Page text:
Image_3_18F-FDG PET Combined With MR Spectroscopy Elucidates the Progressive Metabolic Cerebral Alterations After Blast-Induced Mild Traumatic Brain I.TIFF (26.84 MB)
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Image_3_18F-FDG PET Combined With MR Spectroscopy Elucidates the Progressive Metabolic Cerebral Alterations After Blast-Induced Mild Traumatic Brain Injury in Rats.TIFF

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posted on 18.03.2021, 05:00 authored by Yang Li, Kaijun Liu, Chang Li, Yu Guo, Jingqin Fang, Haipeng Tong, Yi Tang, Junfeng Zhang, Jinju Sun, Fangyang Jiao, Qianhui Zhang, Rongbing Jin, Kunlin Xiong, Xiao Chen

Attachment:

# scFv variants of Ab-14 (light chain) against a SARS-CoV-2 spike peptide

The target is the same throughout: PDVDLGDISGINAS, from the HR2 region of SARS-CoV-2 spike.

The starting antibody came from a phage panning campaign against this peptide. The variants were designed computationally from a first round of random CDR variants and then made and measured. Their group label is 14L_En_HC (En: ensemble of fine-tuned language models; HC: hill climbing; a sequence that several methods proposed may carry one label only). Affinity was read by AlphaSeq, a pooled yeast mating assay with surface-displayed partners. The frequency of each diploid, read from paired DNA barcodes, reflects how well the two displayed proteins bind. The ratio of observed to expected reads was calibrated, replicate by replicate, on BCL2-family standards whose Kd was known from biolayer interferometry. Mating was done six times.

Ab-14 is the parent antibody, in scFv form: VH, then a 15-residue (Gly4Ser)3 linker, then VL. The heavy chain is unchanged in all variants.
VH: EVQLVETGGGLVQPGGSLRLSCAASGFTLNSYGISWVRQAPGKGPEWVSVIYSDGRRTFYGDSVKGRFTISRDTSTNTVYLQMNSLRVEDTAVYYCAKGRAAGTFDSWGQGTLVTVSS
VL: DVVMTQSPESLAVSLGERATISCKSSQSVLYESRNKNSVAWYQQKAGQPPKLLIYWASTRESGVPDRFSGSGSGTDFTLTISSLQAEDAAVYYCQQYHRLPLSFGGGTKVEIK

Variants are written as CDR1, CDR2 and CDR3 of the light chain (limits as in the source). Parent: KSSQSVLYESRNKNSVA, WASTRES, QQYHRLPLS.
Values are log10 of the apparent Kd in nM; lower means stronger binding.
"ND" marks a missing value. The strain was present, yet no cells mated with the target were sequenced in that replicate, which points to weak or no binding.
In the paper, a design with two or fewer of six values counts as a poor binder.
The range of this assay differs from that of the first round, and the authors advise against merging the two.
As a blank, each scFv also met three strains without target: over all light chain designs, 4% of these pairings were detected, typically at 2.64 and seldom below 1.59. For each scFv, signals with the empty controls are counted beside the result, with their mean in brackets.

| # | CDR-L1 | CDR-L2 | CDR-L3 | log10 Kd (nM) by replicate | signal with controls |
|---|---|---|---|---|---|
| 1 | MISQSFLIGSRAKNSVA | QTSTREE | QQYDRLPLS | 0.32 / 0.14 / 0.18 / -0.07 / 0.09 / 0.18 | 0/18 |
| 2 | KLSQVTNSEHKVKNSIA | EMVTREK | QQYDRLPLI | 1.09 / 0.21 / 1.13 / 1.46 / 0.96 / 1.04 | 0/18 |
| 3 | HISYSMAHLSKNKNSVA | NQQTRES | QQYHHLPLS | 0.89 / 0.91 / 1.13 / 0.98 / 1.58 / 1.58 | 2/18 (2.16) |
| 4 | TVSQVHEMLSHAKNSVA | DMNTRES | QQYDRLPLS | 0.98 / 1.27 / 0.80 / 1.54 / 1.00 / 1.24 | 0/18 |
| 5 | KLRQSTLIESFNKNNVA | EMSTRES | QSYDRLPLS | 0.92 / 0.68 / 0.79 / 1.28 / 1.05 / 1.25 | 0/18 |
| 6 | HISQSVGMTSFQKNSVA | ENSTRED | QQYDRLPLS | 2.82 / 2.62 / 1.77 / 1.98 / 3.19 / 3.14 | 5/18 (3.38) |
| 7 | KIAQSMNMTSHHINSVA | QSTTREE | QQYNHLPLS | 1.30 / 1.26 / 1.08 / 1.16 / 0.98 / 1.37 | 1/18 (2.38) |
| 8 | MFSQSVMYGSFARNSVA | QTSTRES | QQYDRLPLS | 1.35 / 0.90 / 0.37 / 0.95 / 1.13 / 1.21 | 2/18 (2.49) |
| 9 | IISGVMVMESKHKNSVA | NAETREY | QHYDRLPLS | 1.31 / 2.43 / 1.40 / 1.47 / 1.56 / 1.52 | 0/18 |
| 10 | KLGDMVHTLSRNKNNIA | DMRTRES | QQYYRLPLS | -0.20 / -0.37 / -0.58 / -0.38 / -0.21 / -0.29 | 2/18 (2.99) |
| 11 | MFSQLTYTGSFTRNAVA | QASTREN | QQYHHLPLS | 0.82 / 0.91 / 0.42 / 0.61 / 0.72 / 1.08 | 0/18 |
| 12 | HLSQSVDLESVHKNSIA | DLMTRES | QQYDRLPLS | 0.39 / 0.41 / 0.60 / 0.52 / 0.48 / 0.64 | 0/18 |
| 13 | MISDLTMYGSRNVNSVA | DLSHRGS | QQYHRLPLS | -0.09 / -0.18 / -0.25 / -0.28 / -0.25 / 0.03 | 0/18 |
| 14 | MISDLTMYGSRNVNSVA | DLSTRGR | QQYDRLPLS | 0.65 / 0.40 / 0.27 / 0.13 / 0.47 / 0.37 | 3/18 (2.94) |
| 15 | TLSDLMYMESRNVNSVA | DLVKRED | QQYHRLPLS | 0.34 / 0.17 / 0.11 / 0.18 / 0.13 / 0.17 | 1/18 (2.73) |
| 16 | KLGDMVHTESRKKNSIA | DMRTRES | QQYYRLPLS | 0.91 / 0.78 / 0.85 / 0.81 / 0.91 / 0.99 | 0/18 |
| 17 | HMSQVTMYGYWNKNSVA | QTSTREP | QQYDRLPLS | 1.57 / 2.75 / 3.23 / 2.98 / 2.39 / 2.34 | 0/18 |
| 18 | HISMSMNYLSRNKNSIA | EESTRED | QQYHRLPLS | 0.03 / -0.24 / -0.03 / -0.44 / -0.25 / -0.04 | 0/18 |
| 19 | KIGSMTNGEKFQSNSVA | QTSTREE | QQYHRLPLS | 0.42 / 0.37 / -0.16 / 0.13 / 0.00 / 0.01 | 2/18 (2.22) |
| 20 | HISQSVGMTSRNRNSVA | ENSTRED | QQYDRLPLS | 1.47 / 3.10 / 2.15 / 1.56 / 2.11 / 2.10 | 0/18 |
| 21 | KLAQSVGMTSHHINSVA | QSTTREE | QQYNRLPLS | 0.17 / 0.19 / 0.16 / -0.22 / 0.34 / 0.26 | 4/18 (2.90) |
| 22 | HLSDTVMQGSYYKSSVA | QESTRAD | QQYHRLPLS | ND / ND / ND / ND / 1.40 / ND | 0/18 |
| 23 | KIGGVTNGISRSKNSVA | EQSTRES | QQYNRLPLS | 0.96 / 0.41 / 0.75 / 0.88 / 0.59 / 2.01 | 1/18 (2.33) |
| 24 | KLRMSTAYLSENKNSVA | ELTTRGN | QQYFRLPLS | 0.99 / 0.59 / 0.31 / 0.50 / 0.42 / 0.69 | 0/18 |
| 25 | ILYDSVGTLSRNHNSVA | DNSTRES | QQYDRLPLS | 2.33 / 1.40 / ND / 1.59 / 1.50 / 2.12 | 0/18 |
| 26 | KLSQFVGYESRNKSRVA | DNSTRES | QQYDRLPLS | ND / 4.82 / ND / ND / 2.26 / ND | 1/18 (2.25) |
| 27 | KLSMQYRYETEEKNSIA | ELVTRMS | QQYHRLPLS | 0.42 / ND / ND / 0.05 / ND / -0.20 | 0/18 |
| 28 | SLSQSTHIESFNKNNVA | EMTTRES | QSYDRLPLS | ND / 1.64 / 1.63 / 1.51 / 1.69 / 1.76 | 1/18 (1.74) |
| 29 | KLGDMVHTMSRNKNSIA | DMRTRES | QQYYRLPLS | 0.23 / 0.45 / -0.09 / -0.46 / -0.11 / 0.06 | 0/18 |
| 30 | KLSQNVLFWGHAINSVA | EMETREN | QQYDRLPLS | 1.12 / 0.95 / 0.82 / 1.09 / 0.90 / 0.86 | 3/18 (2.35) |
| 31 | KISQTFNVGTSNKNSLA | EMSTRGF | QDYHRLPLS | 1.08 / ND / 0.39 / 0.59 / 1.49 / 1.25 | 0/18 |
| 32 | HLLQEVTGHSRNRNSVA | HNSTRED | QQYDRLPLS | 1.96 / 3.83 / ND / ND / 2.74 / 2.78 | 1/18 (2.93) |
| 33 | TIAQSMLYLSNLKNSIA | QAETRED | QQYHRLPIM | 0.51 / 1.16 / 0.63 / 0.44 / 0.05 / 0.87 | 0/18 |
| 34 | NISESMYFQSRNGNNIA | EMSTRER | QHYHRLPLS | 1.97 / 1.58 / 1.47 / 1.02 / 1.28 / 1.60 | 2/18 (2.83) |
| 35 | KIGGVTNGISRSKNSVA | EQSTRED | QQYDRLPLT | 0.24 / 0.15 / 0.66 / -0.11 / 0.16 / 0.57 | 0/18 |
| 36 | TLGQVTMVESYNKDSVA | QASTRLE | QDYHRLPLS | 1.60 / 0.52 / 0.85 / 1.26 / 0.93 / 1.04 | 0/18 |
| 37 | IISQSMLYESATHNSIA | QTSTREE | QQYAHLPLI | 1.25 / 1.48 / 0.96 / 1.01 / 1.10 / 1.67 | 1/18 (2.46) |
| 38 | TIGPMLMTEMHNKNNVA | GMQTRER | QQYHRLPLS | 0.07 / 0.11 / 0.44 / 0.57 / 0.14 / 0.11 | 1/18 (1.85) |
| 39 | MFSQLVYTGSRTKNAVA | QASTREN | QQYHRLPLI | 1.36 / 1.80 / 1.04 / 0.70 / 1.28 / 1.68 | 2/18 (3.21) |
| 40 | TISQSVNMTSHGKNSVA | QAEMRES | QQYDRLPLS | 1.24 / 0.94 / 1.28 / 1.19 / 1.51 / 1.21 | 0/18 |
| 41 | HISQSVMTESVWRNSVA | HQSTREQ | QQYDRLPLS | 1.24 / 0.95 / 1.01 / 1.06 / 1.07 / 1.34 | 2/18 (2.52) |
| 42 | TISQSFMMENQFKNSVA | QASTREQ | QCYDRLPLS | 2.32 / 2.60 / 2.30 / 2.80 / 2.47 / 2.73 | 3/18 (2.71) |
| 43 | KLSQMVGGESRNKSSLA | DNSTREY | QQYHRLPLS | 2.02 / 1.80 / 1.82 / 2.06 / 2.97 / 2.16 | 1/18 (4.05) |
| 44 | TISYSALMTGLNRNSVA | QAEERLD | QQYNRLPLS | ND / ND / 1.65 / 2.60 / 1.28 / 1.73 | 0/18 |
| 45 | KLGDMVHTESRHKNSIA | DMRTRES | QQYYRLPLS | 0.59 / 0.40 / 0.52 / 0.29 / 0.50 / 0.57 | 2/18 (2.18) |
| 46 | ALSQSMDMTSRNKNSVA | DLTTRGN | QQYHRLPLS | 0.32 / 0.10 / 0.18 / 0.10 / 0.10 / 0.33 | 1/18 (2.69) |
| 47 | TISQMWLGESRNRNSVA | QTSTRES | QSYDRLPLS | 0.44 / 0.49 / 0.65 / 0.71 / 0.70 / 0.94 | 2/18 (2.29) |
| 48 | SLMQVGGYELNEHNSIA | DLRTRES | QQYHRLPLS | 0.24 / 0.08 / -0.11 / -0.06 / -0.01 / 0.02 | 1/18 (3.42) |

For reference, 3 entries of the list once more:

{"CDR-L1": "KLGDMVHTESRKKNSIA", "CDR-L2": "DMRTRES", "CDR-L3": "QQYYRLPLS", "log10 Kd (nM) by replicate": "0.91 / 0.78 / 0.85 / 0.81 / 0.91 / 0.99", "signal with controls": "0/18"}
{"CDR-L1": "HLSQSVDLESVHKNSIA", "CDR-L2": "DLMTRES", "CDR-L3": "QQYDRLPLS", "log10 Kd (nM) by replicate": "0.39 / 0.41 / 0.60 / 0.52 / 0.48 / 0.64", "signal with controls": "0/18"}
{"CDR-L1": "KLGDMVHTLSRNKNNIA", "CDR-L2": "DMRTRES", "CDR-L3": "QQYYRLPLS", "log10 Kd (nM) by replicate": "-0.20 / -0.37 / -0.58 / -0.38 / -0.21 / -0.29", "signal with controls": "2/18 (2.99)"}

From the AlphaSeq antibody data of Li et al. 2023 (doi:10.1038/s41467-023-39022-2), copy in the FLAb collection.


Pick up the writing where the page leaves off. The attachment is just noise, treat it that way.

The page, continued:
A majority of blast-induced mild traumatic brain injury (mTBI) patients experience persistent neurological dysfunction with no findings on conventional structural MR imaging. It is urgent to develop advanced imaging modalities to detect and understand the pathophysiology of blast-induced mTBI. Fluorine-18 fluorodeoxyglucose positron emission tomography (18F-FDG PET) could detect neuronal function and activity of the injured brain, while MR spectroscopy provides complementary information and assesses metabolic irregularities following injury. This study aims to investigate the effectiveness of combining 18F-FDG PET with MR spectroscopy to evaluate acute and subacute metabolic cerebral alterations caused by blast-induced mTBI. Thirty-two adult male Sprague–Dawley rats were exposed to a single blast (mTBI group) and 32 rats were not exposed to the blast (sham group), followed by 18F-FDG PET, MRI, and histological evaluation at baseline, 1–3 h, 1 day, and 7 days post-injury in three separate cohorts. 18F-FDG uptake showed a transient increase in the amygdala and somatosensory cortex, followed by a gradual return to baseline from day 1 to 7 days post-injury and a continuous rise in the motor cortex. In contrast, decreased 18F-FDG uptake was seen in the midbrain structures (inferior and superior colliculus). Analysis of MR spectroscopy showed that inflammation marker myo-inositol (Ins), oxidative stress marker glutamine + glutamate (Glx), and hypoxia marker lactate (Lac) levels markedly elevated over time in the somatosensory cortex, while the major osmolyte taurine (Tau) level immediately increased at 1–3 h and 1 day, and then returned to sham level on 7 days post-injury, which could be due to the disruption of the blood–brain barrier. Increased 18F-FDG uptake and elevated Ins and Glx levels over time were confirmed by histology analysis which showed increased microglial activation and gliosis in the frontal cortex. These results suggest that 18F-FDG PET and MR spectroscopy can be used together to reflect more comprehensive neuropathological alterations in vivo, which could improve our understanding of the complex alterations in the brain after blast-induced mTBI.

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